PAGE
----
Bunnies are prey animals. They have this instinct which makes them fearful of almost everything. Even though they're safe inside your home that doesn't stop them from thinking a predator is just around the corner. Being prey animals means they try to hide any sickness or injury they may develop. In the wild bunnies are vulnerable to any carnivorous animal, but a sick bunny in the wild is even easier prey, so they try to conceal any health issues, even from you. If you suspect your bunny is sick or injured, listen for extremely loud grinding of the teeth (soft grinding is okay as that is equivalent to a cat's purr), look for decreased water intake, decreased appetite or no appetite at all, any change in the shape, consistency and amount of fecal pellets, and sitting in a hunched position for extended periods of time or if your bunny doesn't move much. All are signs that your bunny needs to be seen by a rabbit savvy vet immediately. So always make sure you have a pet carrier to transport your bunny because you never know when an emergency will happen. Bunnies are so fragile. They can be healthy one minute and knocking on death's door the next.

Rabbits love to be clean so they will bathe themselves like a cat. There may be times when your bunny will need some assistance in keeping clean. If your bun has a messy bottom then ONLY that area should be cleaned. Bunnies should NEVER be given a bath where they are completely submersed in water. I will say now that you will hear varying opinions on this topic but I advise you to never give your bun a complete bath. It's not worth risking your bunny's life. If they get a messy bottom just give them a butt bath. Even a butt bath can carry risks if you don't know what you're doing.

Please choose adoption when you're thinking of bringing a bunny into your home. There are many moral reasons as to why you should adopt but I will not get into those just now. If you adopt, you will be getting a bun who is already spayed or neutered. More than likely they will have already had a thorough veterinary examination and if not, some adoption centers will allow you to adopt and take the bunny to the vet yourself  but they will cover the cost of the vet visit.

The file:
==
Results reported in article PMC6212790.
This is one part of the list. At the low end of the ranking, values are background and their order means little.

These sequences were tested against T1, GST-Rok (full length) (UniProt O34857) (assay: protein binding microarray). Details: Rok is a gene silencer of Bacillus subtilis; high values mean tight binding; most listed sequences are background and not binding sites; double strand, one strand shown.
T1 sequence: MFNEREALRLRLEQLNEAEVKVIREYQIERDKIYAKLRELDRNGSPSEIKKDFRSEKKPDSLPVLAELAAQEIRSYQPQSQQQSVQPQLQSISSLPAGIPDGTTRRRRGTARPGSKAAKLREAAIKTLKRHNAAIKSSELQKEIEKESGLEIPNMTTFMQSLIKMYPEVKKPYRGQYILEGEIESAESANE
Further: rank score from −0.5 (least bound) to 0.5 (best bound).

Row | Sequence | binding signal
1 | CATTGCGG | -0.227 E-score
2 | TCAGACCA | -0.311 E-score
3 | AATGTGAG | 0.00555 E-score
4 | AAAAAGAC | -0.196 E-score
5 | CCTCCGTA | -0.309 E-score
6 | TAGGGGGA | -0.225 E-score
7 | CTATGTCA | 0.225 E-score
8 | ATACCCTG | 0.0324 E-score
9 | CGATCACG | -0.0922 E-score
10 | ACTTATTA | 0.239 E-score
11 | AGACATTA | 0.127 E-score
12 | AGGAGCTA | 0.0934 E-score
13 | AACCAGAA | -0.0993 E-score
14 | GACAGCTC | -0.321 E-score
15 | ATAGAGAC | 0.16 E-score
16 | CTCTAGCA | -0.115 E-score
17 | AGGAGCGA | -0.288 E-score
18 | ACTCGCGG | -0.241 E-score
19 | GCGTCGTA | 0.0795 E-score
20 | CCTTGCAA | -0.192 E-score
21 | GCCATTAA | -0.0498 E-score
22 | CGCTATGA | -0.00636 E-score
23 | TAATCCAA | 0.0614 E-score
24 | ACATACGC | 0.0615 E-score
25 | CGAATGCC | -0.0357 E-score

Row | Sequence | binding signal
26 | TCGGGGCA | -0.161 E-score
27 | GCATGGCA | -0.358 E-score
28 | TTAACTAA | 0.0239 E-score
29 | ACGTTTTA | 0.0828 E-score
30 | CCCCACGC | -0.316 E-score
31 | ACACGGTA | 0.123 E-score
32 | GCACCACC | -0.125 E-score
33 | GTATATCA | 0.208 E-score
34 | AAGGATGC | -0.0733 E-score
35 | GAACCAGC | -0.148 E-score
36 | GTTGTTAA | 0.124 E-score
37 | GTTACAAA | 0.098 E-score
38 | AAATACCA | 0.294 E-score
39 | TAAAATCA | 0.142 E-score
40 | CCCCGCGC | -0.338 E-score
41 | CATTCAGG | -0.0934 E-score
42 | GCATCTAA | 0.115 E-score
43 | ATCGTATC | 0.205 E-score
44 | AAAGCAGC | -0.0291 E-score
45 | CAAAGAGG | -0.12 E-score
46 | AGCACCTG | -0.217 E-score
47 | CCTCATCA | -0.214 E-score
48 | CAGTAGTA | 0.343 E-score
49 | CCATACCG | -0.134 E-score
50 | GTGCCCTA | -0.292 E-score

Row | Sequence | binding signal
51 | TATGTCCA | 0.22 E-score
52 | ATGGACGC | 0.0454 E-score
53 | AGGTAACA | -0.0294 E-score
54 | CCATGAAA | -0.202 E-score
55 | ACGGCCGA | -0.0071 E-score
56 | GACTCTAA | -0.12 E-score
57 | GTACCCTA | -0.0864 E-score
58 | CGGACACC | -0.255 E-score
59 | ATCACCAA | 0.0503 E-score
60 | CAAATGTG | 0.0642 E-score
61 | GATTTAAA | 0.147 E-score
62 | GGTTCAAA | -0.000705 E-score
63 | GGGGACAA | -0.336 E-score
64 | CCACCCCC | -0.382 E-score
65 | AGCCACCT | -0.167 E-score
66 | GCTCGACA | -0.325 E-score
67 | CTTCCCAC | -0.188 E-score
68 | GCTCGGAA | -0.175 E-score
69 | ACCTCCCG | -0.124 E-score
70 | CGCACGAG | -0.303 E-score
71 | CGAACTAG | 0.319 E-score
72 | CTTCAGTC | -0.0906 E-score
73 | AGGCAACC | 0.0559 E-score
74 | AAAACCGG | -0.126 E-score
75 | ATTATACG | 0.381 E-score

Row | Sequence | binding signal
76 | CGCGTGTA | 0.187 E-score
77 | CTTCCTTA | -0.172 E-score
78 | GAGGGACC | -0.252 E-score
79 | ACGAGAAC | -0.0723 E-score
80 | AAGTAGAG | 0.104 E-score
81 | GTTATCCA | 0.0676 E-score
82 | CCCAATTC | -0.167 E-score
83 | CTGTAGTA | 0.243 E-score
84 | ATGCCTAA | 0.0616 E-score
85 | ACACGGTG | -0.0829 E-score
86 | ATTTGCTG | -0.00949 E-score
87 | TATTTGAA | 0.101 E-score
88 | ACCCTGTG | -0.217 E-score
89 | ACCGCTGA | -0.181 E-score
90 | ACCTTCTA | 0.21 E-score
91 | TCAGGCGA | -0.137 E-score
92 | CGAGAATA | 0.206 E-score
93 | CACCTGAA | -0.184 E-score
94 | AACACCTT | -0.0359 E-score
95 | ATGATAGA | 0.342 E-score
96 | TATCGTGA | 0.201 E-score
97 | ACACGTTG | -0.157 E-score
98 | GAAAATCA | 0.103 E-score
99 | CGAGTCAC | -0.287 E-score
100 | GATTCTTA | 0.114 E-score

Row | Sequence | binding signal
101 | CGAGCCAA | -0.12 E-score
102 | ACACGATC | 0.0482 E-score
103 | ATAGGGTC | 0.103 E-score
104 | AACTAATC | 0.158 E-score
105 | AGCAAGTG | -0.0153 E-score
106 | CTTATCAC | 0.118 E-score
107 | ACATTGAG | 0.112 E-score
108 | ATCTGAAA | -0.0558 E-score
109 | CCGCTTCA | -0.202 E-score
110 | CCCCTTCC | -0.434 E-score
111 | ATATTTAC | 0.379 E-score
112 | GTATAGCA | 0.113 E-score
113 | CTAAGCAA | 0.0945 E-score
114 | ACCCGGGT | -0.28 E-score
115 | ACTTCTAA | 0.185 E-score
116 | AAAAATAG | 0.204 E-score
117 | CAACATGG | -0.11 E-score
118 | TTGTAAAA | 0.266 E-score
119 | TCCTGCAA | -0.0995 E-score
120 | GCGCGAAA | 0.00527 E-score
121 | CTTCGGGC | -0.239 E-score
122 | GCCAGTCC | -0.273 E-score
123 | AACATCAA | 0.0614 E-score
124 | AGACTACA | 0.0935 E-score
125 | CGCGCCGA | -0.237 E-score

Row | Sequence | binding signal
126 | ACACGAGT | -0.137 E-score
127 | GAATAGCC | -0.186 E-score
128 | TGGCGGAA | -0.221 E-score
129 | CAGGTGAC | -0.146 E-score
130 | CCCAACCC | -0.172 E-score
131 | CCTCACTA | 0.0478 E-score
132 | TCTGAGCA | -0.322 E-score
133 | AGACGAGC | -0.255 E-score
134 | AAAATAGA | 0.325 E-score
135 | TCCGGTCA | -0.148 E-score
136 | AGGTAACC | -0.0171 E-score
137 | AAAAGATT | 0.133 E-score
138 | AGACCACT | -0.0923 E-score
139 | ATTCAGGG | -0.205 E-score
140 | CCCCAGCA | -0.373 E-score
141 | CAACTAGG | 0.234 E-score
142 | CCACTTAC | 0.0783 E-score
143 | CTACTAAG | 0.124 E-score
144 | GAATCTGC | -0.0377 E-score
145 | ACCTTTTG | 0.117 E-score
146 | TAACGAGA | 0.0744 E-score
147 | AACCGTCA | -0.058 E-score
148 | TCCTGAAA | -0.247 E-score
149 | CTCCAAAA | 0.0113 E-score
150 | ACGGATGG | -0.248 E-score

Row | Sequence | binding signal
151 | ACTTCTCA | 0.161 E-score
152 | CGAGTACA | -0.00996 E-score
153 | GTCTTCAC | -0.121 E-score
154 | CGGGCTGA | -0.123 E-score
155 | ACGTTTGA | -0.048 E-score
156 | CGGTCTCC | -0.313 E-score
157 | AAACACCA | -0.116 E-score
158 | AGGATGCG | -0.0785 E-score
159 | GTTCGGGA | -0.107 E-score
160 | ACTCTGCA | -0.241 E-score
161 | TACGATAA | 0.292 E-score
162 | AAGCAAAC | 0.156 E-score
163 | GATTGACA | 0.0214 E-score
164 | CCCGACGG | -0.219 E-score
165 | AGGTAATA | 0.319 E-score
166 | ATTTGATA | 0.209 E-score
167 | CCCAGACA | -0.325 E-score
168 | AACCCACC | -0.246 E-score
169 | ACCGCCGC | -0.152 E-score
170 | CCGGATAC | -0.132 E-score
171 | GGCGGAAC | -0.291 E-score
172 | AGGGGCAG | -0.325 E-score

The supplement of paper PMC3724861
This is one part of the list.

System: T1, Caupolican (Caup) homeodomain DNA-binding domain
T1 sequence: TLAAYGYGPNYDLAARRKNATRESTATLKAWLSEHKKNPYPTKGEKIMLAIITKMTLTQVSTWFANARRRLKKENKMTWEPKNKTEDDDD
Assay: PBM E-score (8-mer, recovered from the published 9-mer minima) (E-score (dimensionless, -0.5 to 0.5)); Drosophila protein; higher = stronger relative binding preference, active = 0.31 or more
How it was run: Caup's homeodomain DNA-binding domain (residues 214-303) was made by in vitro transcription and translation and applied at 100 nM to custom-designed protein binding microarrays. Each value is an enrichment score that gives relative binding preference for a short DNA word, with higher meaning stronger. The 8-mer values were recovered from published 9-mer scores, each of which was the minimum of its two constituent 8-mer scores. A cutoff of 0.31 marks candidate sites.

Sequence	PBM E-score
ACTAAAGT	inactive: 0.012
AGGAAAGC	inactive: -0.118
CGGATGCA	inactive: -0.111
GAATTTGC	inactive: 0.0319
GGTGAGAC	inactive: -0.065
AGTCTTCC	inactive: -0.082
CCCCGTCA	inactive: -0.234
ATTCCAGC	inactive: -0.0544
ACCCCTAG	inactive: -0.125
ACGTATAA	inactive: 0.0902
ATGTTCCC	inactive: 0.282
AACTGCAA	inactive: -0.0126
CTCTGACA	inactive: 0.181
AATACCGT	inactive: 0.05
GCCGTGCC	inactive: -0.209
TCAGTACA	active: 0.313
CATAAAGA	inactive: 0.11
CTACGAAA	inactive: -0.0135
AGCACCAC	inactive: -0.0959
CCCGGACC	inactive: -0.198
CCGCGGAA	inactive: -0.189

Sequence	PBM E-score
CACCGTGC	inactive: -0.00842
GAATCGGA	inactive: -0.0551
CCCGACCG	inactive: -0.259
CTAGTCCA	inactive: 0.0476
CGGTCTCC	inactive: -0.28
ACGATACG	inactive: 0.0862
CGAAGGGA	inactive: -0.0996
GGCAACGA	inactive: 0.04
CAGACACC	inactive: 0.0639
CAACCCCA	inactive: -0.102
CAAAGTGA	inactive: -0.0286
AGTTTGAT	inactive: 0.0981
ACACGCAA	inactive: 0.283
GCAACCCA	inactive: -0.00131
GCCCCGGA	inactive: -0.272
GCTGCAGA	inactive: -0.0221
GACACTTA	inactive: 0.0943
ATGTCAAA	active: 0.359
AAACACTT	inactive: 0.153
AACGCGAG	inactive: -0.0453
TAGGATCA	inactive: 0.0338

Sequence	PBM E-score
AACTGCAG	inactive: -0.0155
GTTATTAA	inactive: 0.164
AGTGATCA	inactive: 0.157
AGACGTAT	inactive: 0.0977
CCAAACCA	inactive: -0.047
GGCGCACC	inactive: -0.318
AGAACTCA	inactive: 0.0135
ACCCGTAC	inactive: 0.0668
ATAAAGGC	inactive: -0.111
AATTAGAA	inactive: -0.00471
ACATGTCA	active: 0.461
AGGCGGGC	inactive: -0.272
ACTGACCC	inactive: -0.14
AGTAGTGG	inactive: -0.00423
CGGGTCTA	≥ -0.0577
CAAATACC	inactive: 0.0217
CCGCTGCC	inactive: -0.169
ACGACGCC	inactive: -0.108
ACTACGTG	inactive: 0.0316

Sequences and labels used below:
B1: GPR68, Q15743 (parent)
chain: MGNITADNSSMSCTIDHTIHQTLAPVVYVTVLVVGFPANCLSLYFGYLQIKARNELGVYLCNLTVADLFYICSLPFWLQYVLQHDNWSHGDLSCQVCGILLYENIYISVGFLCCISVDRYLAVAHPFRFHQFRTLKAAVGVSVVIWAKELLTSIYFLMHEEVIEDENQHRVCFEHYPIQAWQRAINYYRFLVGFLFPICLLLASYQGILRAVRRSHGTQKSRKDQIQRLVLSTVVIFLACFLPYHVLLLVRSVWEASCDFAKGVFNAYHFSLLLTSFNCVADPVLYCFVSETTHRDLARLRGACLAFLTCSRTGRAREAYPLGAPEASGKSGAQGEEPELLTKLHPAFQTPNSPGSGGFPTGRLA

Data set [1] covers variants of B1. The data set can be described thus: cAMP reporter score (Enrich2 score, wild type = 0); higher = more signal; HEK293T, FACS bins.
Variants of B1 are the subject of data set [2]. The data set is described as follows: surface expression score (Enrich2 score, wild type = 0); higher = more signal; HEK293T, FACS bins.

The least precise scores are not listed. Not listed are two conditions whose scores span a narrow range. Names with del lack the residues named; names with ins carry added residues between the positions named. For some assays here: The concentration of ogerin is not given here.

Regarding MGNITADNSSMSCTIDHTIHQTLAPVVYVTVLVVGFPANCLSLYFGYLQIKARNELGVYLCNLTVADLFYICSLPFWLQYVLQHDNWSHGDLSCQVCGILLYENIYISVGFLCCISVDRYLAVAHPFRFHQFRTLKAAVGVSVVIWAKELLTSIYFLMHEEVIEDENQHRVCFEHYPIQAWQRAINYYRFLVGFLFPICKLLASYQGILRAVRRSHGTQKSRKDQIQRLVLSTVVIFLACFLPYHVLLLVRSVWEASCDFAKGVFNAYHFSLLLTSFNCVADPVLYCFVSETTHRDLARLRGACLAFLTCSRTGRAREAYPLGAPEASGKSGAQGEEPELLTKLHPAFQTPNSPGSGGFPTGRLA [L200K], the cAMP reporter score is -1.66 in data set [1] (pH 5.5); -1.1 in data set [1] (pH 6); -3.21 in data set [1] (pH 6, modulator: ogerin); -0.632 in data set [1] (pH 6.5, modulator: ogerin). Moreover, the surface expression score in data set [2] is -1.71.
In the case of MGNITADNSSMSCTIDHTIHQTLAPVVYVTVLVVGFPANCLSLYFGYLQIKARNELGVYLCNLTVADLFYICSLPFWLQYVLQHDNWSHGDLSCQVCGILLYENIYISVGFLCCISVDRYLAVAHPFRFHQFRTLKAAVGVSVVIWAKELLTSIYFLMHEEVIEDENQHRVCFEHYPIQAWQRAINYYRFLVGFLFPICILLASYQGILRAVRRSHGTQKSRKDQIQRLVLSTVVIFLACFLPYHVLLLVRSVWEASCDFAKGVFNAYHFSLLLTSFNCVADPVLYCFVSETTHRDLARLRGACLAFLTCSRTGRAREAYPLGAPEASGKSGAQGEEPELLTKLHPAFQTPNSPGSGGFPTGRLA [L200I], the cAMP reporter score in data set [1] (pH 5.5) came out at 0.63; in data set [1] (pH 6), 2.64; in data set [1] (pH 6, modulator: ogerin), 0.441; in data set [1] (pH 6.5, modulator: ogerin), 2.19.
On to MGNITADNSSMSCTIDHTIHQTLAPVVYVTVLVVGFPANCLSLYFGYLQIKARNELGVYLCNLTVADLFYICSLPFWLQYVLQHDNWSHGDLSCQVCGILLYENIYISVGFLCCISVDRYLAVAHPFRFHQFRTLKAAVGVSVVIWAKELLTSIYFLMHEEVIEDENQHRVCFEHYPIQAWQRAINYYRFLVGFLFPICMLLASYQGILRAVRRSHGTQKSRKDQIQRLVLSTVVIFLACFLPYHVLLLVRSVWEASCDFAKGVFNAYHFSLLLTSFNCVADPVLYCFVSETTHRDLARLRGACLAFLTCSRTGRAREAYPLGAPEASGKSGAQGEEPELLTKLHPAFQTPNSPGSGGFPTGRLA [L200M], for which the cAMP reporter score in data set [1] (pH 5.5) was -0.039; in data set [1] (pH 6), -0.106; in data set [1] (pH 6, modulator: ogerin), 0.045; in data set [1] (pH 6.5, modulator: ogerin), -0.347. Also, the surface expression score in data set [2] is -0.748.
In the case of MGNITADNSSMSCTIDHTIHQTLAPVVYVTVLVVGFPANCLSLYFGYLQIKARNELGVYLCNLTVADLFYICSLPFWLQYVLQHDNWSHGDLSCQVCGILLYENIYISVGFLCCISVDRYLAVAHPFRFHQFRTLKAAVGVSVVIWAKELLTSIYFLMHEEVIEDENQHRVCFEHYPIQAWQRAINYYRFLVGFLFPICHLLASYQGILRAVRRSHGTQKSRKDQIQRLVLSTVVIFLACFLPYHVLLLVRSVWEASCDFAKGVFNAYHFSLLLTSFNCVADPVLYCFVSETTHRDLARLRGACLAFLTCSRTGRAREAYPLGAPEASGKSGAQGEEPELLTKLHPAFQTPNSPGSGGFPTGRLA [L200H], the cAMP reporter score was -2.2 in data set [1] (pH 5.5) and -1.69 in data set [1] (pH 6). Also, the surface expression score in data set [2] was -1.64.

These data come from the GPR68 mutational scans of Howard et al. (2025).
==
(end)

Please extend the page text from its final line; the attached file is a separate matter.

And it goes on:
I would like to add one more piece of info before I finish this post. Bunnies need 3-4 hours of run time each day. That means 3-4 hours outside of their cage or pen, if you're not letting them run free in your home. Younger bunnies will need more run time, of course. Just be sure the area they're running around in has been bunnyproofed. I'll go into more detail on this, as well as other bits of info provided here, in later posts.

Bunnies are not the low maintenance pet most believe them to be. I do hope with all this information you now have a better understanding of these majestic animals. I think I've more than likely overwhelmed you with this particular post so I'll give your brains and my hands a rest for now! ;)

As always feel free to email me with any questions you'd like covered in a post at

**** DISCLAIMER: The information provided here is just that...information. I am not a rabbit savvy veterinarian, but I do have years of experience with bunny care. This is only information to help you with your new bunny. This information is not intended to diagnose or treat any illnesses or injuries. Always consult your bunny's vet for medical issues. ****